London, UK—BBC releasing mindfulness content for kids with Your Mindful Garden and more.
On May 7, the BBC released Your Mindful Garden, its first kids meditation app, which was produced after the production company realized the heavy need for mindfulness content both at home and in schools [READ: Mindfulness In Schools]
Your Mindful Garden is part of the BBC’s Go Explore app, an educational app for kids. Your Mindful Garden is designed for preschoolers and includes all sorts of animated videos, games, and various exercises designed to help kids to relax and to undo the damage caused by stress.
Since the pandemic, the BBC has massively increased production of its mindful content to help families combat stress [READ: Meditation Techniques For Stress].
Stress amongst kids in chronically high at the moment, with calls to Canada national hotline Kids Help Phone hitting 350% in March. And sadly, many parents are unaware of their kids’ stress and the effect it is having on their health.
Writing for the New York Times, Danielle Braff said, “Instead of being able to explain how they’re feeling, however, kids are experiencing their own physical effects of stress, leading to an increase in frantic phone calls to paediatricians during the pandemic”.
Not only do they suffer from their own stress, but kids are also greatly affected by their parent’s stress, even when parents try to hide it. In a study published in the Journal of Human Psychology, researchers stated that kids are affected by their parents’ stress even if their parents think they are keeping is hidden.
In order to combat all this stress, families are turning to meditation and mindfulness for a solution and apps like Calm and Headspace are more popular than ever (even though research suggests that apps don’t work).
The meditation market is expected to reach $2billion by 2022 according to Statista—a rise that is the direct result of increased levels of stress in both kids and adults. Numerous companies are cashing-in on this, producing content and products designed to help kids and teens with mindfulness [like these kids meditation apps, and applications like Calm and Headspace].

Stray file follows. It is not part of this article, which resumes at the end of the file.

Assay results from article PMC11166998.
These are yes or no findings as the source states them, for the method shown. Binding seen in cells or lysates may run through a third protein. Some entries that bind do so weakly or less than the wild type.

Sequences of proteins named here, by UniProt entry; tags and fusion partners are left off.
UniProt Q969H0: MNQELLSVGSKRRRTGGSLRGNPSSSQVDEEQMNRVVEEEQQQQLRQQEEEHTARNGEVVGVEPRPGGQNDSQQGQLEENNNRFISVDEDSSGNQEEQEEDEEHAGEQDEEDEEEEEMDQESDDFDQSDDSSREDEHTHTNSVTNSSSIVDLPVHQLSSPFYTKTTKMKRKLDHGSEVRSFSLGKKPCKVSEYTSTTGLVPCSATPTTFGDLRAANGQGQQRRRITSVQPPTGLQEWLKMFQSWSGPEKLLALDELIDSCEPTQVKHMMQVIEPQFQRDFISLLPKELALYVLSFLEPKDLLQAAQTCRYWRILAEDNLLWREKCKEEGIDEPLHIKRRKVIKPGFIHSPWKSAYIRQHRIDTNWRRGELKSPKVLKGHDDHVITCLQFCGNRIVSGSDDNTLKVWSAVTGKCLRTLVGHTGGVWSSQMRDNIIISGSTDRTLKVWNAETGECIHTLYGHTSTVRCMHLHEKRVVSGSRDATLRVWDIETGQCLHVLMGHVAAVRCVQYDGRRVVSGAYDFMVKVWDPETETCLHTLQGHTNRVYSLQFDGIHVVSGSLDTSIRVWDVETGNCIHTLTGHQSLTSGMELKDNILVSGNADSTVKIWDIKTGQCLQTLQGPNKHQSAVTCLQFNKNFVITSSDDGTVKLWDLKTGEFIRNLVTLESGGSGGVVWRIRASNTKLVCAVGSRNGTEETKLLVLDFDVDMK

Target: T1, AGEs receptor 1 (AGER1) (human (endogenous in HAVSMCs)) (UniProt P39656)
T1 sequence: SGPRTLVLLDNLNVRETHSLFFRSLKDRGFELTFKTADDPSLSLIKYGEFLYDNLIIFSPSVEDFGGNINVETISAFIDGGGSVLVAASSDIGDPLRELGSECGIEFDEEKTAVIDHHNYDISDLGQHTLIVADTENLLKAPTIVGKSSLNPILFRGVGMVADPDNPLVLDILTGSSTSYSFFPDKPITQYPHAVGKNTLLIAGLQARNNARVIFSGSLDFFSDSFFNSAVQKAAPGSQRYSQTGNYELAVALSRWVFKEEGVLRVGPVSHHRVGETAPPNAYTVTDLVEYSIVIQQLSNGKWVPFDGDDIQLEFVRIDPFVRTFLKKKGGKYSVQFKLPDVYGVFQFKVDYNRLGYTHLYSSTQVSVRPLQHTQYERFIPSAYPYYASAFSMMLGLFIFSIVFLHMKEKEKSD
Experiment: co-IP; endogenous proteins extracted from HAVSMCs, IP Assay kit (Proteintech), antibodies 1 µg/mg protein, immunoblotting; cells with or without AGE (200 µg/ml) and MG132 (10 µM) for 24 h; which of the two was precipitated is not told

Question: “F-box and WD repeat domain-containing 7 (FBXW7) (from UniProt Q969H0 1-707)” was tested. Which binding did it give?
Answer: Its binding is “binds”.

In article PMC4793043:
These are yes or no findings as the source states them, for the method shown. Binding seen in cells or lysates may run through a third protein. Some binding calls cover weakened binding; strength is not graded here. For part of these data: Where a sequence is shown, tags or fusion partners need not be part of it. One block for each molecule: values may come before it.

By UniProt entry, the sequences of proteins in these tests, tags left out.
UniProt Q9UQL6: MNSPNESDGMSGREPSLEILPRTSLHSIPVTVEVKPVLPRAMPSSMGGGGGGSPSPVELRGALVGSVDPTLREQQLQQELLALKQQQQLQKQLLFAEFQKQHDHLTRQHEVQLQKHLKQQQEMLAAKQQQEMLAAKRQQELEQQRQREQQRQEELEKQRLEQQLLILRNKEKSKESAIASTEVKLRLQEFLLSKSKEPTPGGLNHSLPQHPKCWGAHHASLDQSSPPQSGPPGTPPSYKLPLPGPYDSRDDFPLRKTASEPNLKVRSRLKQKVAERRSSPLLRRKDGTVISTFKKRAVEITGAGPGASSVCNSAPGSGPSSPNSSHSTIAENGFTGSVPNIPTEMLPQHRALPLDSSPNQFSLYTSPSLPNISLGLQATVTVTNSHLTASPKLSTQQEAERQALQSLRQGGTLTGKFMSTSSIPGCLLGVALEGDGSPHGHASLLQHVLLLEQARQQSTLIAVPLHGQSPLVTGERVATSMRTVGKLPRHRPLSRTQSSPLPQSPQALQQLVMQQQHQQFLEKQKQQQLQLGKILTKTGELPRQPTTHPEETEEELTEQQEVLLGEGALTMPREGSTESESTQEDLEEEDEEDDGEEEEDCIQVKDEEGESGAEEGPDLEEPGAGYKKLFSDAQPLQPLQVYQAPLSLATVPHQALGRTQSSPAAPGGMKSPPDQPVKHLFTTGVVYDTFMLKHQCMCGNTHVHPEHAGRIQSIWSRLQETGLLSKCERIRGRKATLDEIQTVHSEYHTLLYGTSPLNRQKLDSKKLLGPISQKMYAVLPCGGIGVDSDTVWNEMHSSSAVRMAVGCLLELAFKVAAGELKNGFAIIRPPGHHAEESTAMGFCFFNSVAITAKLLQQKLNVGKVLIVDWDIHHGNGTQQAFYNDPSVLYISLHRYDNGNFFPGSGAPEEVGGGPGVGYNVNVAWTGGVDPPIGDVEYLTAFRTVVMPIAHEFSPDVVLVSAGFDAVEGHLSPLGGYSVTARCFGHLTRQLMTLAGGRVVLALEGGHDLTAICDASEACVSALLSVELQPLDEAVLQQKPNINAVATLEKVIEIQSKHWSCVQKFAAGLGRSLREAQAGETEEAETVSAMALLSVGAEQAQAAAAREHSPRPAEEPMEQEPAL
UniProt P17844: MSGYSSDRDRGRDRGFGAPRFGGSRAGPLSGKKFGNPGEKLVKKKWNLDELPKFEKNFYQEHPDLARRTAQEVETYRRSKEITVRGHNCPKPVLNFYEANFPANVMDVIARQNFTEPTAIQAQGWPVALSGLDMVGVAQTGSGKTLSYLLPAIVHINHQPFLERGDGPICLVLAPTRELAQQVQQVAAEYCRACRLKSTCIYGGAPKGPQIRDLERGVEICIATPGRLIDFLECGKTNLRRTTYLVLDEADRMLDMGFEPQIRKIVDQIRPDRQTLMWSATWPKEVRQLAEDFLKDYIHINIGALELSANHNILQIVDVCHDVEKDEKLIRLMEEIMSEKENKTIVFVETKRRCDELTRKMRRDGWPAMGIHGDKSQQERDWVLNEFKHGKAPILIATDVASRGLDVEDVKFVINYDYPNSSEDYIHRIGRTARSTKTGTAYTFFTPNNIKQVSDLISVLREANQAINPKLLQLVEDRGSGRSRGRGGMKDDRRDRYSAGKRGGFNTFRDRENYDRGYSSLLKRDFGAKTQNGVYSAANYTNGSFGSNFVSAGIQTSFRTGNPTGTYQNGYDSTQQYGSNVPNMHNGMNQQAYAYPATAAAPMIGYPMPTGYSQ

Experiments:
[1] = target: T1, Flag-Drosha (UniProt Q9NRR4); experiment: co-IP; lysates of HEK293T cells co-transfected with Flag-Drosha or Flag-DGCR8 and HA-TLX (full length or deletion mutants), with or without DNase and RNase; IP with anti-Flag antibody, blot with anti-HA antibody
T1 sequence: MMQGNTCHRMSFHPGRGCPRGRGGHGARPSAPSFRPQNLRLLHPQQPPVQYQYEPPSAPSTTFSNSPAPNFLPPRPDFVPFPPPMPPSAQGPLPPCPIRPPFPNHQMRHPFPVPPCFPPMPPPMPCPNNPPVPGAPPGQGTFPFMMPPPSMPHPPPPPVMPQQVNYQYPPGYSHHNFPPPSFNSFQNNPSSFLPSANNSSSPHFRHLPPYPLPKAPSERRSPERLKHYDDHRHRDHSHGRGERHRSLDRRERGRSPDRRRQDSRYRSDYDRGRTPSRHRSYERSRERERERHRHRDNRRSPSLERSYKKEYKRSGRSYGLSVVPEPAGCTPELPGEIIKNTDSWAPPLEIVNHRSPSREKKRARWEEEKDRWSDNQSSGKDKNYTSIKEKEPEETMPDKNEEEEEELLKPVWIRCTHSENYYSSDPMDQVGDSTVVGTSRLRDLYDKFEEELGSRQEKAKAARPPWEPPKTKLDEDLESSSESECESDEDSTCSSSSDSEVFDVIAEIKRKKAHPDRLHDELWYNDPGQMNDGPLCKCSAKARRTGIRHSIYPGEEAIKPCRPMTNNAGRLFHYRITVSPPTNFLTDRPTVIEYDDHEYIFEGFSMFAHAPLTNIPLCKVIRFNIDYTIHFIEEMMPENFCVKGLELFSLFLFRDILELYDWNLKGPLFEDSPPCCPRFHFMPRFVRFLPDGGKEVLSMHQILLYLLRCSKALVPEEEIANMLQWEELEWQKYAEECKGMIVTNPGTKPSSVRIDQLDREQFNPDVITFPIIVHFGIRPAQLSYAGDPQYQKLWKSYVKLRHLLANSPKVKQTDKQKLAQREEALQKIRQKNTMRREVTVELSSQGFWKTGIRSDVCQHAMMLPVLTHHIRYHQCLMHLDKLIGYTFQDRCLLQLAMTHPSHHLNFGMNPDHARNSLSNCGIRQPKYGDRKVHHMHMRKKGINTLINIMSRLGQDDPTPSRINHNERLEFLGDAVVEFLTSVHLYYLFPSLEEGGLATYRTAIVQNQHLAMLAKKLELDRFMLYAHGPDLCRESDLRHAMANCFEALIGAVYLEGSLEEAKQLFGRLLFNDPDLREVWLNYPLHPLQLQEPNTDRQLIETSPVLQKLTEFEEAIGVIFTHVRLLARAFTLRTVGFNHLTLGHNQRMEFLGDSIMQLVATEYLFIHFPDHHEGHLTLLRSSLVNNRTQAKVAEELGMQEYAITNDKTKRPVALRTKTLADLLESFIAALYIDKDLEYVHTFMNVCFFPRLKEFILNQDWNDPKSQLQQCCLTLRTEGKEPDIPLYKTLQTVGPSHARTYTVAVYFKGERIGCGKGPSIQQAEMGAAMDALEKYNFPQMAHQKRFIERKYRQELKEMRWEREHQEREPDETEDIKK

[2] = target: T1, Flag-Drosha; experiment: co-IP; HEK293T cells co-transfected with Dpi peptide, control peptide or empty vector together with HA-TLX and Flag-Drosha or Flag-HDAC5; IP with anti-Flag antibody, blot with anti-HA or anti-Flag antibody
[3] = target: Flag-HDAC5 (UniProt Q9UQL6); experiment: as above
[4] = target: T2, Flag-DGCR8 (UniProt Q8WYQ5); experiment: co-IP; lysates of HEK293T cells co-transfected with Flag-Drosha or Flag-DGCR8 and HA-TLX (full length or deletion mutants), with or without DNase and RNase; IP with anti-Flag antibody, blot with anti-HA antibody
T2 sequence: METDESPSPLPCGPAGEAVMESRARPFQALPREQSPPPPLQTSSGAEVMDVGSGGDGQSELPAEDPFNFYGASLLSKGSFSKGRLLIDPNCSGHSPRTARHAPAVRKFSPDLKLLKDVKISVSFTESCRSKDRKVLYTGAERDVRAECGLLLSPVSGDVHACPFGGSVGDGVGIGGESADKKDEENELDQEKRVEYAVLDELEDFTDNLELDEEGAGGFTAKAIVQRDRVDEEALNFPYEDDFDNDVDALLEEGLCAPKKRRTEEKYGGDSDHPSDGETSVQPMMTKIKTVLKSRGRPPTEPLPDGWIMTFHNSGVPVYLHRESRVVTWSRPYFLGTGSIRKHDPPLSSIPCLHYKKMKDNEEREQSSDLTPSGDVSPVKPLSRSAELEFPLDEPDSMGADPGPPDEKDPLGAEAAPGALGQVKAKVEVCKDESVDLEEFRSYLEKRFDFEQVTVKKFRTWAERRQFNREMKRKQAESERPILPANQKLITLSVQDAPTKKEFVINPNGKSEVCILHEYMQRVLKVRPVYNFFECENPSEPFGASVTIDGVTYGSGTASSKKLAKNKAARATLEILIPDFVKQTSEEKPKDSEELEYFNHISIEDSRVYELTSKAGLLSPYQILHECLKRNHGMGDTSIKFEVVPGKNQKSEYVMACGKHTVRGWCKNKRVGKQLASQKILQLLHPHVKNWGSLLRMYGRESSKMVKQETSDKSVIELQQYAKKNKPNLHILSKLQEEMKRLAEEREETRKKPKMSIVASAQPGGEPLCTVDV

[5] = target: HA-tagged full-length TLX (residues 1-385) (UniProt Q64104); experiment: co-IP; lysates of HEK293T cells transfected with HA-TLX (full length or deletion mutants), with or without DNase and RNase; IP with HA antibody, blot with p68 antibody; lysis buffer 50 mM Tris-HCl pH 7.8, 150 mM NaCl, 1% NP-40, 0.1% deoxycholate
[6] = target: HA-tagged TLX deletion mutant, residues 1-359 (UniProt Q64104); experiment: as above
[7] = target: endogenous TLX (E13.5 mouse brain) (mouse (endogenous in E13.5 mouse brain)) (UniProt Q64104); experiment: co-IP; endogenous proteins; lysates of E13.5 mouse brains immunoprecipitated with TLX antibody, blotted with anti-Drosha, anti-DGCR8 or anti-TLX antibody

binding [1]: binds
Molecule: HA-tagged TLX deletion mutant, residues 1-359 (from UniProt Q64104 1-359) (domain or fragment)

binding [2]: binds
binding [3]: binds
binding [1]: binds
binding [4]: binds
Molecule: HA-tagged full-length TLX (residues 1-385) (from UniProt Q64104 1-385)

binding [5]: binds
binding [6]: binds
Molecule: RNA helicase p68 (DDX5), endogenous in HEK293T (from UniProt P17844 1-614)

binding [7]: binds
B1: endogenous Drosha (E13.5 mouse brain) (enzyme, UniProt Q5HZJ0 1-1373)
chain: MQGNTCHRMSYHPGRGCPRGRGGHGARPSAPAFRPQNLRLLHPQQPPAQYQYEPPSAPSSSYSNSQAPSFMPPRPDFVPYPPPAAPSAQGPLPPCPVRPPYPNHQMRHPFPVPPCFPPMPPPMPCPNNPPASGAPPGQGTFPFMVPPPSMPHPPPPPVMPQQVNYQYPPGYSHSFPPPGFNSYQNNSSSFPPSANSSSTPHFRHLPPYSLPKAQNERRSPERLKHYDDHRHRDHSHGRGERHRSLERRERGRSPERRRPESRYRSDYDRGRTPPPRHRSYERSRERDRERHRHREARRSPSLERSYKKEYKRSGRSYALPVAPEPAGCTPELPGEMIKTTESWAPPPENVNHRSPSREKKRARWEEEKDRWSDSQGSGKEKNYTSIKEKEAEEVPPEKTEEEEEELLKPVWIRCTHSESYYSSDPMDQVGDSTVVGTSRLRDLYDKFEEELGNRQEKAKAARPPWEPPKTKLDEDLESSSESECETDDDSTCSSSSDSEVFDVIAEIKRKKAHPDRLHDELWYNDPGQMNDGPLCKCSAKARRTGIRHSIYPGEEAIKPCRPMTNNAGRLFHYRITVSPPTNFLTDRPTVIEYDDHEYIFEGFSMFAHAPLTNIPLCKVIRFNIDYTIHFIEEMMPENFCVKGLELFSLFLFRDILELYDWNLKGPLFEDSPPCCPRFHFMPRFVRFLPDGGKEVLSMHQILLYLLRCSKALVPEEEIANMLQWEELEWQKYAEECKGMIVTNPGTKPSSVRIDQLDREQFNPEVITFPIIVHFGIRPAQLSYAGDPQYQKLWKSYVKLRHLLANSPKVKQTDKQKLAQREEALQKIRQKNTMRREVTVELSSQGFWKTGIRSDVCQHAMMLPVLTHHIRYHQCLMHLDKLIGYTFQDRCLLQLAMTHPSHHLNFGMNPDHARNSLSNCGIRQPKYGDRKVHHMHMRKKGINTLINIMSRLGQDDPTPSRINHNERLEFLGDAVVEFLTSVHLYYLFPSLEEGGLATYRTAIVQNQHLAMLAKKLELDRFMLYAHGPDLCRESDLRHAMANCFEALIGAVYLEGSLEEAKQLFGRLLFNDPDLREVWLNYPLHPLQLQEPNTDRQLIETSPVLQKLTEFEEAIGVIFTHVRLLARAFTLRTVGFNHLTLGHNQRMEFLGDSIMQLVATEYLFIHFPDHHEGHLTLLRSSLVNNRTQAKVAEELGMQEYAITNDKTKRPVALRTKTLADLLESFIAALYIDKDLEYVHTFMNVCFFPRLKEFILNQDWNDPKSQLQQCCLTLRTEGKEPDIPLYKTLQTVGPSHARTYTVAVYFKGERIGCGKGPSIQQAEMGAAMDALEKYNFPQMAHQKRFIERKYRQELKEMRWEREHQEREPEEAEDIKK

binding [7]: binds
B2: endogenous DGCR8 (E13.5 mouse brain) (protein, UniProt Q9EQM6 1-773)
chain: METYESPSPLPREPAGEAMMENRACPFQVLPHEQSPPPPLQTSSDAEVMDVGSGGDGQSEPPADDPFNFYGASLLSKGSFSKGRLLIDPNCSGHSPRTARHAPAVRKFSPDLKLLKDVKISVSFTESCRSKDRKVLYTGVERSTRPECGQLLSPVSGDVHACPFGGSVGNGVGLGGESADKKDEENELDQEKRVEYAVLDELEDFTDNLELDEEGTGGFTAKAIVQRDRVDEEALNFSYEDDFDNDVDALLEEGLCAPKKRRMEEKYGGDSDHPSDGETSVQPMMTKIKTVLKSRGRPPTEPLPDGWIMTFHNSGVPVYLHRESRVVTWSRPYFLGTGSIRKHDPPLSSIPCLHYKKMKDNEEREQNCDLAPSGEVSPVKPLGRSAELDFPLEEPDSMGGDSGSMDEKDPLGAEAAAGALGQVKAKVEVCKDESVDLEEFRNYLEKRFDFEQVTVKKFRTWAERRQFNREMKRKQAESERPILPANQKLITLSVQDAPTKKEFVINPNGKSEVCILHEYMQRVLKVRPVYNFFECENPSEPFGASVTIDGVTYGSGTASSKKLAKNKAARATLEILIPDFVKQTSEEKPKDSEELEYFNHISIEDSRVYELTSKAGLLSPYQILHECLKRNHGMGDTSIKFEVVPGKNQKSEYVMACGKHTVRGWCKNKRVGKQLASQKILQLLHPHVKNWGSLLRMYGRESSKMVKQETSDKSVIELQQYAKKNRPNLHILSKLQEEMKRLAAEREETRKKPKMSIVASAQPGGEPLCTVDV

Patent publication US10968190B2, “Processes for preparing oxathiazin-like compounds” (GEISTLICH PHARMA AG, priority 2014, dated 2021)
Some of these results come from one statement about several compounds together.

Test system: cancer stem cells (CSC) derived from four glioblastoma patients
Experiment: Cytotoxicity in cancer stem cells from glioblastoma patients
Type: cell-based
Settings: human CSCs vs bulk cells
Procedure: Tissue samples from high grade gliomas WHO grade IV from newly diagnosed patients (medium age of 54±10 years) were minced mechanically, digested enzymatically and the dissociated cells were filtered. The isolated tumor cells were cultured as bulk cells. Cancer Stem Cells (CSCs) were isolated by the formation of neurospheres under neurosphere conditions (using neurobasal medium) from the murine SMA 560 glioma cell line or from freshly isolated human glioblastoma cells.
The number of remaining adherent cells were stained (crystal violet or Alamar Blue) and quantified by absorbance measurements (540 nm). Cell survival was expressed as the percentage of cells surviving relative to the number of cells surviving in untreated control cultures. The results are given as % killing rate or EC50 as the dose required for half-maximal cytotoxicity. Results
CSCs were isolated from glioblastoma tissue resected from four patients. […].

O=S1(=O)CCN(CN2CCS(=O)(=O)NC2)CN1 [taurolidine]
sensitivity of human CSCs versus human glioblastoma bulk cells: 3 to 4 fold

I’ve previously stated that, as a meditation teacher, I strongly disagree with most of this content. It is not the best way to learn meditation. Apps are simply a commercial cash-in. The best way to learn mindfulness and meditation is to study the proper, traditional exercises [READ: How To Meditate Properly At Home].
However, with the world the way it is, God knows that companies are going to continue to put out products and consumers are still going to lap them up, whether those products work or not.
Thankfully, some companies do actually release high-quality content that genuinely helps, and one such company is the BBC.
Recently, the BBC and David Attenborough released their Mindful Mix, which is full of great content for adults. And now, they are producing mindful content for kids, including their latest offering, Your Mindful Garden.
How BBC’s Your Mindful Garden & Other Content Helps Kids With Stress
BBC’s Your Mindful Garden was released as part of the BBC’s effort to help families in the UK handle stress. Childrens Commissioner, a team that protects the rights of children in the UK, conducted a survey in March 2020 that showed that the majority of kids are stressed, mostly about homework, bullying, and what other people think of them.
The right mindful content can help.
Speaking to KidScreen, Capacitor CEO Paul Hanson said, “Mindfulness, meditation and yoga are all interconnected and have all taken off during the pandemic. But the content will also remain relevant and in-demand long after the crisis passes because it promotes a healthy way of getting kids moving and developing their minds.”
How Your Mindful Garden Works
Your Mindful Garden lets kids learn three fun activities per day that are designed to aid relaxation, reduce stress, and increase focus and creativity.
Activities in Your Mindful Garden are all about mindfulness [READ: Best Mindfulness Activities For Kids]. They include hide and seek, playing with fish, and colouring. Especially important are the emotional activities, which ask kids to remember happy moments in order to grow a “feelings flower”. These emotional games are vital because kids often struggle to identify and express their emotions in healthy ways.
Stephen Fry worked on the content. He says, “It was such a pleasure to be involved with a simple, but beautifully designed idea like this. I hope and believe that many children will find the game fun, engaging and helpful in their journeys through life.”
As well as Your Mindful Garden, the BBC is working on similar meditative content for kids and families. “We could expand into more topics and techniques, including teaching more about gratitude and mindfulness,” said BBC executive editor Rachel Bardill. “We’ve just started the journey.”
How do you feel about these mindful apps, and do you think they are better than traditional meditation? Leave a comment and remember to subscribe.